Senate Democrats can't break a filibuster of their campaign finance bill today, but there's still a slim chance
Today, the Senate will vote on the DISCLOSE Act, a campaign finance reform bill that would require detailed reports on corporate funding of political speech. But it will be filibustered, and the Democrats will not be able to break that filibuster, because Sen. Joe Lieberman has to go to a funeral.
The Democrats might’ve been able to convince one of the Maine Republicans to support the act — maybe — but now they’d need two Republican votes, and with Scott Brown and Susan Collins opposing it, there’s no chance of passage today.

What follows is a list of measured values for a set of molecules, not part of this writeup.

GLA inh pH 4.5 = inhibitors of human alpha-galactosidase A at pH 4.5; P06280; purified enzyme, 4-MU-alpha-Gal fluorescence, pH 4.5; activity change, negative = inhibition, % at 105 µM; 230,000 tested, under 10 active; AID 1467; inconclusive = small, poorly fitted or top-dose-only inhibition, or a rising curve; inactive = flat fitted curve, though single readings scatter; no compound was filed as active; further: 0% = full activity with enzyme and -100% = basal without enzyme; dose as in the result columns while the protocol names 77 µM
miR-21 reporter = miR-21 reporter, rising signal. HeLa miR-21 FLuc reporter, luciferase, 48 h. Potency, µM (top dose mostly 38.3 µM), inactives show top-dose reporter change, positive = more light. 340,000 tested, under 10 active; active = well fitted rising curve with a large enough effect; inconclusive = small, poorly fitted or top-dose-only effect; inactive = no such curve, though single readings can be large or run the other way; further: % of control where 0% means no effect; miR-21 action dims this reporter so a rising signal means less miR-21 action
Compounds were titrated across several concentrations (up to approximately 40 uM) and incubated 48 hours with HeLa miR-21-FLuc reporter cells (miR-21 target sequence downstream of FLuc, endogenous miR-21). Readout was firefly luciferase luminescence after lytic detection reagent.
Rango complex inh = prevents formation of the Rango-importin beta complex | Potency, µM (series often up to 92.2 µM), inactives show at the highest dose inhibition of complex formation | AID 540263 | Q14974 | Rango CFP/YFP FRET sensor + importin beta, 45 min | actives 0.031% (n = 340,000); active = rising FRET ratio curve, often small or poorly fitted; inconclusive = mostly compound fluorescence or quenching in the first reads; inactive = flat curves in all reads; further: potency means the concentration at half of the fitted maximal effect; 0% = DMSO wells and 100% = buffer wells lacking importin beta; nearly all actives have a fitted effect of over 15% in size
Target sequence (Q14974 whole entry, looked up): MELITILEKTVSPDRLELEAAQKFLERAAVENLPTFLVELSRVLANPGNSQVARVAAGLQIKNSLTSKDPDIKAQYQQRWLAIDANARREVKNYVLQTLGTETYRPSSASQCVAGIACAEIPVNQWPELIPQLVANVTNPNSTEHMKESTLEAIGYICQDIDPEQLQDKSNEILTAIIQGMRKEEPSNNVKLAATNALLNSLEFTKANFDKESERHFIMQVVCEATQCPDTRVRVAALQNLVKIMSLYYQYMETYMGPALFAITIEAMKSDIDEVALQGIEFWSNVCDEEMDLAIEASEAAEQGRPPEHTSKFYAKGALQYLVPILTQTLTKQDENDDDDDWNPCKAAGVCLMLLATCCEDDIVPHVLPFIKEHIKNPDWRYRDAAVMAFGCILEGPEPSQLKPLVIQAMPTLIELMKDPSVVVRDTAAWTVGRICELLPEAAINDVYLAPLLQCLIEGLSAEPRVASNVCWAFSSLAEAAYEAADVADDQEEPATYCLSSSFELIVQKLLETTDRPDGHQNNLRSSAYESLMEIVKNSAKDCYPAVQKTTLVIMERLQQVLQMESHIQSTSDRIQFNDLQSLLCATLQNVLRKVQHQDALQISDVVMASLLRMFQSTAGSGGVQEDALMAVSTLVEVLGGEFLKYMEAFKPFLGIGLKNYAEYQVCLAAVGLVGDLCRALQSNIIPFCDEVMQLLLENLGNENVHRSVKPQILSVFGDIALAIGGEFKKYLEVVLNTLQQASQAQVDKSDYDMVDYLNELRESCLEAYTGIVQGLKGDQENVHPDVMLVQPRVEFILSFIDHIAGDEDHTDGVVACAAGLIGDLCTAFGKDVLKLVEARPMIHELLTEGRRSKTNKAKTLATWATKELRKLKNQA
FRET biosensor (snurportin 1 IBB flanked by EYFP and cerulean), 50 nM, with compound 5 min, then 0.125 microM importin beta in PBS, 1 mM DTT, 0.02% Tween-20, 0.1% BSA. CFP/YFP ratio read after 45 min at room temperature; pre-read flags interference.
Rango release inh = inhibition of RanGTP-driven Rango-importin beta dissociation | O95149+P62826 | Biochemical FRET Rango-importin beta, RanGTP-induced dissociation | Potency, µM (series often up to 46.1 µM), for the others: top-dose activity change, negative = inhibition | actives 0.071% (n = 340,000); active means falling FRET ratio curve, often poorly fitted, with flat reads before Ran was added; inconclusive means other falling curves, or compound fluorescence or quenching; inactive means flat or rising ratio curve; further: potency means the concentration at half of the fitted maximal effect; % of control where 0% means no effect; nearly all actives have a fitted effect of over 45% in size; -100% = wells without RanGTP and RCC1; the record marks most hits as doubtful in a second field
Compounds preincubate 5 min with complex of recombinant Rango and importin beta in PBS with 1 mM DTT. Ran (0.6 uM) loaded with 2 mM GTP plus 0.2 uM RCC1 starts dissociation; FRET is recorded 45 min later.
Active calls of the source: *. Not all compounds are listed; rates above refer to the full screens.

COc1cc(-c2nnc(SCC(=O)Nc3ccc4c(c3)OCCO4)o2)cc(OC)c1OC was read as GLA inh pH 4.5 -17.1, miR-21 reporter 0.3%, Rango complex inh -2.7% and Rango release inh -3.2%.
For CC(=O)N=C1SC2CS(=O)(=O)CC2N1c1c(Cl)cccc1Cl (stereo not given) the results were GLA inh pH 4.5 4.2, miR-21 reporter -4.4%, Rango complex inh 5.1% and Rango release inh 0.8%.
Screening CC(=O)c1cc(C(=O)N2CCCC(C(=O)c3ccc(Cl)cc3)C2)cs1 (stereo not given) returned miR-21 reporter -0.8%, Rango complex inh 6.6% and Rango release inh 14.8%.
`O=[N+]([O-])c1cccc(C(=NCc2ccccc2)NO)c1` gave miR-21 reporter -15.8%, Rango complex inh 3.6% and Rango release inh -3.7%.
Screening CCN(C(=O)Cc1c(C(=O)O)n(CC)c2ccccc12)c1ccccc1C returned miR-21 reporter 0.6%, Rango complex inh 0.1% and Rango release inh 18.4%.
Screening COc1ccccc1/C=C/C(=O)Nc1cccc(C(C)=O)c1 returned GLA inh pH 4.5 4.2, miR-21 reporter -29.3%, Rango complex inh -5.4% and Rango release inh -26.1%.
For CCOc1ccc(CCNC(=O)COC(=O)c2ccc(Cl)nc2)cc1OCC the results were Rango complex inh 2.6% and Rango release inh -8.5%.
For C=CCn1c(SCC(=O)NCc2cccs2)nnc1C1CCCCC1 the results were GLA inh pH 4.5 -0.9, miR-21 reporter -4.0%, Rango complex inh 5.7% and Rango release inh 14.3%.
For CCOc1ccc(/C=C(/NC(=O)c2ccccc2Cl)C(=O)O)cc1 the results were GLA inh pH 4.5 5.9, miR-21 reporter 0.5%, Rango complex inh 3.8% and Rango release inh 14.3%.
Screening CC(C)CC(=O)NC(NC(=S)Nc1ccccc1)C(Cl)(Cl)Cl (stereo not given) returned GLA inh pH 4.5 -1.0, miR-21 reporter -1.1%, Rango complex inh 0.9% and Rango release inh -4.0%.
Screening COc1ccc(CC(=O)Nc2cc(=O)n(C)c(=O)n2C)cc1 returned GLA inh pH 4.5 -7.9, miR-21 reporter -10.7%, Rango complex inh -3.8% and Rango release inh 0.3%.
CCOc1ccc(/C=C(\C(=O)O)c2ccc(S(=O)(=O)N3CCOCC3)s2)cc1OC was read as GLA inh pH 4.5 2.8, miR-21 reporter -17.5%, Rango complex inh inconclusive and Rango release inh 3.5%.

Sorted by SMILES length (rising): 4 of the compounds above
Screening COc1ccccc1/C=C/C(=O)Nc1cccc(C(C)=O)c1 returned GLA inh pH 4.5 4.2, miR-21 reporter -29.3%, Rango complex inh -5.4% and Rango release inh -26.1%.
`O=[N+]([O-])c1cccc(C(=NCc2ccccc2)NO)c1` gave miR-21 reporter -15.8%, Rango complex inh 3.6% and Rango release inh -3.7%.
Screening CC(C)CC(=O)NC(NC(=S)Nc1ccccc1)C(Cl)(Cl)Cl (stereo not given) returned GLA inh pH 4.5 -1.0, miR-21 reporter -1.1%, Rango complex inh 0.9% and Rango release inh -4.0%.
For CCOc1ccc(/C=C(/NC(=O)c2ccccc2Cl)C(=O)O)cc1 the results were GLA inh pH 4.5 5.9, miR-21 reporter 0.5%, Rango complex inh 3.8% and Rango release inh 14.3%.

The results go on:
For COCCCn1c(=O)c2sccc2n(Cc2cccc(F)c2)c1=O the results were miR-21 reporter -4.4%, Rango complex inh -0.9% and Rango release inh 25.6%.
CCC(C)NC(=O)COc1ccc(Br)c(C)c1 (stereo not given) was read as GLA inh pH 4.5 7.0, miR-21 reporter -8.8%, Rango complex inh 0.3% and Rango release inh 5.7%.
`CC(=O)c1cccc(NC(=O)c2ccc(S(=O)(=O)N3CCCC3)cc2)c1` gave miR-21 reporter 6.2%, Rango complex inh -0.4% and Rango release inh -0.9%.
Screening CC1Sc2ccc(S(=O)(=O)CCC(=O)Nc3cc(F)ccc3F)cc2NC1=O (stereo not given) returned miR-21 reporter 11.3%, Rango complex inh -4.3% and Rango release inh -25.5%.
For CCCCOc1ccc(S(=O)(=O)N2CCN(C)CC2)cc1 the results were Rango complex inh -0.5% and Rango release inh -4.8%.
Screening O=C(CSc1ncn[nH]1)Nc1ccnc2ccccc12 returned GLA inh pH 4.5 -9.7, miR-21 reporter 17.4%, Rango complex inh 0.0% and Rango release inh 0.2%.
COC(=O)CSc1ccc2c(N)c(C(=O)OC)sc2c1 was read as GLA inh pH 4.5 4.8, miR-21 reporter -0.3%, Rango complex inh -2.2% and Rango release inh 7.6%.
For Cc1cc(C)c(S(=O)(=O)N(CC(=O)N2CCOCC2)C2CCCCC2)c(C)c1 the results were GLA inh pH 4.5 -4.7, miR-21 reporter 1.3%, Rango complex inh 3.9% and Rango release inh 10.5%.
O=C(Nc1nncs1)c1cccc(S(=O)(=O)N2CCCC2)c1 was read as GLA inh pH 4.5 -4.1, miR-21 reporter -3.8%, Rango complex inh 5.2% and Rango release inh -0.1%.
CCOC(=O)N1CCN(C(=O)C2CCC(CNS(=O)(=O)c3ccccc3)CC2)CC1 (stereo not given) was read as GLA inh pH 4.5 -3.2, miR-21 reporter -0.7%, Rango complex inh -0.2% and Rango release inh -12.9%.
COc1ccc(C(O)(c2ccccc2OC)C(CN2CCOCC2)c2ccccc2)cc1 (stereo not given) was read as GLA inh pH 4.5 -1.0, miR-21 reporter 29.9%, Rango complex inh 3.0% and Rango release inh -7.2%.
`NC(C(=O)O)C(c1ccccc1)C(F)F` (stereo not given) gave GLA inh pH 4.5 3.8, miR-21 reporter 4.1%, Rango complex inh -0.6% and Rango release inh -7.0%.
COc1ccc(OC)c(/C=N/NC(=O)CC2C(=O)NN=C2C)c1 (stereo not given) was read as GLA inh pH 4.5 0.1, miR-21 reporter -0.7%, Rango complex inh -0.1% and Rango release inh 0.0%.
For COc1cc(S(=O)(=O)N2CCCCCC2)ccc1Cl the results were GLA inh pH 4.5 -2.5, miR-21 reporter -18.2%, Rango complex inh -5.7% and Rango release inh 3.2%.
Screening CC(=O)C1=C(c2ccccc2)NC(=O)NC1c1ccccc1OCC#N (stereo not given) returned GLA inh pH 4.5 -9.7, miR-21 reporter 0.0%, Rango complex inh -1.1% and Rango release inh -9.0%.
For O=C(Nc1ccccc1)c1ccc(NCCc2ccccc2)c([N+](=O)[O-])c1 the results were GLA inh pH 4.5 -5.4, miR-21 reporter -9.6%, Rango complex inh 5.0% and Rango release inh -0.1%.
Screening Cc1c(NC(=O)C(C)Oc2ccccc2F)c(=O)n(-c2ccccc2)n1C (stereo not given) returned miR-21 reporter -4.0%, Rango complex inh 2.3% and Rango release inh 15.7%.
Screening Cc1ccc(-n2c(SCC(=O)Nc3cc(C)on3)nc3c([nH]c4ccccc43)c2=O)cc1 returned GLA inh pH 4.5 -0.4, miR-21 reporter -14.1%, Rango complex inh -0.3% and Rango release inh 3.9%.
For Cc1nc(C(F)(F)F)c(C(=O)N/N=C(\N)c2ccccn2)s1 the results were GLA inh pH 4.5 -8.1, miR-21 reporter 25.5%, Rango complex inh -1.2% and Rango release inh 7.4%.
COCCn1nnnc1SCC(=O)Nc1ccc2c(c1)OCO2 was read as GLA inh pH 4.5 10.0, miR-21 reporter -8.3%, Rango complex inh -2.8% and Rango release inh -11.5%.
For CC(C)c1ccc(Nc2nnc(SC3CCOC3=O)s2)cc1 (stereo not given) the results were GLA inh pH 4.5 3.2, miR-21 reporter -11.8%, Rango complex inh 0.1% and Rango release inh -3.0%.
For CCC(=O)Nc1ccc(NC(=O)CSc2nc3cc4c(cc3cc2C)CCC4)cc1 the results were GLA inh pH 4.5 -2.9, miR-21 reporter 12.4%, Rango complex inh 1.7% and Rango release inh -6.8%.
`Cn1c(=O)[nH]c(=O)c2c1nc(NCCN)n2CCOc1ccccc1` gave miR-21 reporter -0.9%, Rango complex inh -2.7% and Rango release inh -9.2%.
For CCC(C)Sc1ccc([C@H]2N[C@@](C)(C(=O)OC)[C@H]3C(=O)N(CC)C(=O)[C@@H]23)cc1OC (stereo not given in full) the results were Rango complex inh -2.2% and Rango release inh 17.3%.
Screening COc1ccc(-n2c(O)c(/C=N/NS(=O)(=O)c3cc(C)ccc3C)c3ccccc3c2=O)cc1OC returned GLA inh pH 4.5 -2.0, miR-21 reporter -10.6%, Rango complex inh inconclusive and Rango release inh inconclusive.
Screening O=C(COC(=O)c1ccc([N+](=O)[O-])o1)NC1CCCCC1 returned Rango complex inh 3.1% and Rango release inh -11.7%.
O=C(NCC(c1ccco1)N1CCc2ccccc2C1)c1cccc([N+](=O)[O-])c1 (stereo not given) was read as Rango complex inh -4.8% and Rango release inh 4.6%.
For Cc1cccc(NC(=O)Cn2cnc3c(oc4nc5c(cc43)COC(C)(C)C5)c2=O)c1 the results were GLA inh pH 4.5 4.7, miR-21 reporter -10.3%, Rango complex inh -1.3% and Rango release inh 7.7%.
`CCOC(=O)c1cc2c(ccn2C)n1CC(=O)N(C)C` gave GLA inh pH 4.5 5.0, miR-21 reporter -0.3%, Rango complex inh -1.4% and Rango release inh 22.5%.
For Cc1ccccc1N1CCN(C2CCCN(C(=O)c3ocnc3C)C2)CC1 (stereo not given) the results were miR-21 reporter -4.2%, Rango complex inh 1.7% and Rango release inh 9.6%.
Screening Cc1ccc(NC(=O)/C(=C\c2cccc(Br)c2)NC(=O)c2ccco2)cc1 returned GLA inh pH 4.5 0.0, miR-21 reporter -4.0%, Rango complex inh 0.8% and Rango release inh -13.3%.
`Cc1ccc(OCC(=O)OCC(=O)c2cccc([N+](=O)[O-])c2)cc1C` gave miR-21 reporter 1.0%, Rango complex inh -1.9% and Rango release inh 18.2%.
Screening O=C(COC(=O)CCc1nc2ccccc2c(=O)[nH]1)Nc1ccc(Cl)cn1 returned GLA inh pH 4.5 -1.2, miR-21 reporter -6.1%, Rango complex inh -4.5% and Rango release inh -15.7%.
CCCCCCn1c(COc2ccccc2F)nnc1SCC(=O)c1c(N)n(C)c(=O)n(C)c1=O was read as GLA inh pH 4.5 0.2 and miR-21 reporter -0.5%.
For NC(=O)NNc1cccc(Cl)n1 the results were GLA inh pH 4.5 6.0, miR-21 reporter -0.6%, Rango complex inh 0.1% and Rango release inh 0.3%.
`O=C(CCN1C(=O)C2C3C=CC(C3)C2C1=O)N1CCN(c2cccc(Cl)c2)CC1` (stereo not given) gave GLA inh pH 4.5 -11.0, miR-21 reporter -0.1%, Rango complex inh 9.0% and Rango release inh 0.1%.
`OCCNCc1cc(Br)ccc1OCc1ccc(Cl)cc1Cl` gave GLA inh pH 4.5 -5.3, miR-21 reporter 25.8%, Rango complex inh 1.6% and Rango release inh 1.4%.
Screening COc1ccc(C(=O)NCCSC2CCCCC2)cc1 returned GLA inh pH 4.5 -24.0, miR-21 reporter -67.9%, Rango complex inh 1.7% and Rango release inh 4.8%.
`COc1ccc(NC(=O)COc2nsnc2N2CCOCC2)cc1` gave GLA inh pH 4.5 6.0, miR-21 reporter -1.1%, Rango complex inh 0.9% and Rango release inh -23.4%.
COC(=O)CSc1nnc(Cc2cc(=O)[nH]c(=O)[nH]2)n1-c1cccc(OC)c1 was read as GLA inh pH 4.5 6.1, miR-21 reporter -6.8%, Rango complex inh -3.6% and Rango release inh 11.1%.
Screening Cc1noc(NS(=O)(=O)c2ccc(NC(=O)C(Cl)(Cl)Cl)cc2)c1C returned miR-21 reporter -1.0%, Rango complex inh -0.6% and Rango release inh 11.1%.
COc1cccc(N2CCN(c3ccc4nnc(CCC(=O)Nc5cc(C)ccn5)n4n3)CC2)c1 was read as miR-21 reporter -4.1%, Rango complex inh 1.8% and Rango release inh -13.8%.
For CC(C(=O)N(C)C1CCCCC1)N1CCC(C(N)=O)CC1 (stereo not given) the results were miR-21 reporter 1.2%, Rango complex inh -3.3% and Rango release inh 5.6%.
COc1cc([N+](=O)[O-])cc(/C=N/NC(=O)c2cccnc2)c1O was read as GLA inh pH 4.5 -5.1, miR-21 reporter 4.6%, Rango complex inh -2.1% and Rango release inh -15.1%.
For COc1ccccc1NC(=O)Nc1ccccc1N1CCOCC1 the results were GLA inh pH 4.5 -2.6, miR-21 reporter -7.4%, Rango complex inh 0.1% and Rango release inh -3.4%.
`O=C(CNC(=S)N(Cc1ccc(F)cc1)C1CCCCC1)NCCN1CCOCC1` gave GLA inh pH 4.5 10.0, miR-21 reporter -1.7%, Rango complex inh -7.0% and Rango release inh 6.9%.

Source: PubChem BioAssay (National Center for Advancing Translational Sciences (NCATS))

Democrats’ only hope for passing DISCLOSE is to somehow get Olympia Snowe to vote yes today, and then not change her vote when Lieberman gets back and they vote again.
This is a handy reminder that even when the president publicly and forcefully calls for the passage of a certain piece of legislation, it is still subject to the perverse rules of the Senate. (I also imagine that Obama wouldn’t have given his Rose Garden speech on the DISCLOSE act yesterday if he didn’t think passage was a done deal, like the unemployment extension vote earlier this month.)
Update: And cloture failed, meaning the Senate was unable to move forward with debate on the DISCLOSE Act. Snowe, Collins, and Brown voted no, which means no chance for passage even with Lieberman. Oh, well!
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